W.T. WATSON: Oh, absolutely. What most people don’t realize – just to give a United States example, when you say that you live in New York state, most people picture New York City.

JIM HAROLD: Sure, that’s true.

W.T. WATSON: They don’t realize that there are vast swaths of woodlands and the Adirondacks and all this farmland and so forth. I lived in western New York for many years, actually close to a state park, and had all sorts of wildlife encounters and so forth there.

The same thing happens with Ontario. When you say Ontario, a lot of people think of Toronto, and they picture the big cosmopolitan, wonderful city that Toronto is, Toronto and its surrounds. I live in the Kitchener Waterloo area, which is a little ways from Toronto, but it’s still maybe an hour or two from where I live.

What they don’t realize is that if I left my house right now and I drove two hours north, I could be in the wilderness. I mean dense, forested, wooded wilderness. So we do have a significant number of Sasquatch sightings here in the Ontario area, some of which center on a place called Algonquin Provincial Park, which is probably well-known to people who’ve done any camping or backpacking or that kind of thing up here in Ontario. It’s a very popular park. It’s populated by wolves and loons and all that sort of thing. And if the stories are to be believed, it’s populated by Sasquatch as well.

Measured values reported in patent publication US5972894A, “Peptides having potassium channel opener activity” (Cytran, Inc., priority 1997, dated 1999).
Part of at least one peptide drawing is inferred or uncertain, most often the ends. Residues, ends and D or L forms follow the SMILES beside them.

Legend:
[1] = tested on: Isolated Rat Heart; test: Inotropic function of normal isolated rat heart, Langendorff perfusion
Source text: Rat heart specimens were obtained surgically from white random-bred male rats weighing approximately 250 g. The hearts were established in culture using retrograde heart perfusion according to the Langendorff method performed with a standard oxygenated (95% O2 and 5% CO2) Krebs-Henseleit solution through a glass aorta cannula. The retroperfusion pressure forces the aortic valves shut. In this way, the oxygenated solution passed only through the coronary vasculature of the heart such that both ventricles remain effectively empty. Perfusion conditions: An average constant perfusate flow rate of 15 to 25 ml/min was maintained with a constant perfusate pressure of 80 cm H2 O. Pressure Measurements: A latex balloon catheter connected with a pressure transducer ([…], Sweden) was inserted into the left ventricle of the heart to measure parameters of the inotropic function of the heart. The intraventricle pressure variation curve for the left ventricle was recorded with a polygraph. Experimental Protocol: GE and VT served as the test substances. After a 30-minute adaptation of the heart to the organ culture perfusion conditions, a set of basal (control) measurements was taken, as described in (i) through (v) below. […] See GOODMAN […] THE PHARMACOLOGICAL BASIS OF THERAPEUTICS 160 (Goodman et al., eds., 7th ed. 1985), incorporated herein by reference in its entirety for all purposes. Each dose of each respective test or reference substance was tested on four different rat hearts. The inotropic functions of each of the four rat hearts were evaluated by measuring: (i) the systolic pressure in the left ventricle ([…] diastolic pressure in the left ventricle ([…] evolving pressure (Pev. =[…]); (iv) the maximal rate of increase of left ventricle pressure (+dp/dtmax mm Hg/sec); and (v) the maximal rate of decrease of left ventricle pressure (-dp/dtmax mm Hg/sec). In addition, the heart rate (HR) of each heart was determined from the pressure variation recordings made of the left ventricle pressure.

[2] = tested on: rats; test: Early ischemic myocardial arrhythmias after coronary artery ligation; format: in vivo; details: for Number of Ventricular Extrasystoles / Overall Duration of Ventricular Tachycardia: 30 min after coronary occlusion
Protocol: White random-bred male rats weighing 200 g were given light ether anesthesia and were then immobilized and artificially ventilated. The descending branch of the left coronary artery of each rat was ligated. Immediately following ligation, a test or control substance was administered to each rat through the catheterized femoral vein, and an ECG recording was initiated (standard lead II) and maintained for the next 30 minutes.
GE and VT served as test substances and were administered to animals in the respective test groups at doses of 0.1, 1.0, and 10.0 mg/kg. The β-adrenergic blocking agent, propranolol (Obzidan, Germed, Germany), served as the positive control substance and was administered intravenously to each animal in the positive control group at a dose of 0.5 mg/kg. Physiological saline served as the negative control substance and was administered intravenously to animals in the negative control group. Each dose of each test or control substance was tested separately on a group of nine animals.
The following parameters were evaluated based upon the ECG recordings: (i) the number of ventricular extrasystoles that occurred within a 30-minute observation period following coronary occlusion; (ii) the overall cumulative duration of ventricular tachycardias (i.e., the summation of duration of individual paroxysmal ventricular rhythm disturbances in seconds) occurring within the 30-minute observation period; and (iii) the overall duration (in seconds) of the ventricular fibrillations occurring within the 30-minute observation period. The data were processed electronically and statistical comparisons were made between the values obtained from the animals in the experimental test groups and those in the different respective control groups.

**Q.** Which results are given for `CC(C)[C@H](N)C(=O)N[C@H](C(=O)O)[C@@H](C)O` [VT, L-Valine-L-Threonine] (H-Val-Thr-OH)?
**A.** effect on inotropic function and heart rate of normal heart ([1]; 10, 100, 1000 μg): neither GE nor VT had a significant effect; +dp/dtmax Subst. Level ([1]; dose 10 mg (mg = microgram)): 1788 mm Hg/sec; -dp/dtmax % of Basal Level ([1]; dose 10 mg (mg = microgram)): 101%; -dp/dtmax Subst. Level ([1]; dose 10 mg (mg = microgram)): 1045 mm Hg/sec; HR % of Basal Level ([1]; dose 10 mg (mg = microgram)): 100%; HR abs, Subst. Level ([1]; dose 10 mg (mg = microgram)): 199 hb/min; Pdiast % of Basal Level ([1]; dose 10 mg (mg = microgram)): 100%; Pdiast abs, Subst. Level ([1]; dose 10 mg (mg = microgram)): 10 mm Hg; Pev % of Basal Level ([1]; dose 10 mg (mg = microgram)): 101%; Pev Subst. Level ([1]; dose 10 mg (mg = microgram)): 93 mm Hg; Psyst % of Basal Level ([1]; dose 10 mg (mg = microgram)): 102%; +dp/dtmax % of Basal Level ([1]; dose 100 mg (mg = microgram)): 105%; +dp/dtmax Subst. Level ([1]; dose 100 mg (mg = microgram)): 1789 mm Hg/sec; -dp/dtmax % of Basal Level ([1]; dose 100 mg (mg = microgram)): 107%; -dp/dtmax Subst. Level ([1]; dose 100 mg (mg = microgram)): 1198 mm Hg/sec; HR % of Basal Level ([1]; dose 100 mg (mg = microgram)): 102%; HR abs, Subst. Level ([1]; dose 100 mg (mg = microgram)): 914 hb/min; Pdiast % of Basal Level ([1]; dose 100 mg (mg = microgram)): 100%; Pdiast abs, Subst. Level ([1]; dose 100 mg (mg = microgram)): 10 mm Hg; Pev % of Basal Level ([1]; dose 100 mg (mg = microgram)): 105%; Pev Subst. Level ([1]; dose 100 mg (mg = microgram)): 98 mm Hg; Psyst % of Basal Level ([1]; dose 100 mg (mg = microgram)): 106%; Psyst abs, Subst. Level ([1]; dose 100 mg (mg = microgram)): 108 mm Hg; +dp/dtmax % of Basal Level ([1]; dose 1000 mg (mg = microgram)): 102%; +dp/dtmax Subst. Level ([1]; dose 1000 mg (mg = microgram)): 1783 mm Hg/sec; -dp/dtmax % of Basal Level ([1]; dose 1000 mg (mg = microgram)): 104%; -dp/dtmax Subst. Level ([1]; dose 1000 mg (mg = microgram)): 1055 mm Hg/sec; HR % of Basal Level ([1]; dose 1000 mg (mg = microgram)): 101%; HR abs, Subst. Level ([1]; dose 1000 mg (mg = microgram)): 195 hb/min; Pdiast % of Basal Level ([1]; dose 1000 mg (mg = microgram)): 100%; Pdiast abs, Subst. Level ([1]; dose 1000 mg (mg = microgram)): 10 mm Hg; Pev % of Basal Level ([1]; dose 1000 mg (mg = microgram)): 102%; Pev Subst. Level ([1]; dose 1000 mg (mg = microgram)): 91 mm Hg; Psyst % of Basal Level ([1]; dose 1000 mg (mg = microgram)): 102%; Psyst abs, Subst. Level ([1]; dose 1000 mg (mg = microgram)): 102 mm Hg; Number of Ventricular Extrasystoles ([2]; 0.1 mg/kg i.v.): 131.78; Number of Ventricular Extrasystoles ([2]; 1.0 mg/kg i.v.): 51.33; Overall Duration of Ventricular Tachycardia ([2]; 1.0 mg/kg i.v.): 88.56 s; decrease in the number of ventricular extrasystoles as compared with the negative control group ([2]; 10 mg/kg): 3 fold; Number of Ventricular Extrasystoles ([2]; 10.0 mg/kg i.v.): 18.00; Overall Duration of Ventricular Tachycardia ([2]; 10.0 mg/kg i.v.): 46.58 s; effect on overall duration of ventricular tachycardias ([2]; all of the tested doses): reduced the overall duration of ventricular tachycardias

One of the interesting stories that I found – there’s a whole section in the book about roadside encounters because it’s so common to see these creatures alongside of a road. Two truckers driving along Queen Elizabeth Way, which is a major highway that runs through southern Ontario – goes from the Buffalo area into Canada and then across to Toronto and keeps going on. I believe it ends up crossing back over the border into Michigan. But these two truckers are driving along. They’re in St. Catharines, Ontario, which is, again, southern Ontario. It is a town of about 150,000 people, so it’s a good size city, and there are suburbs and so forth in the area, so the population is actually much larger as far as human population.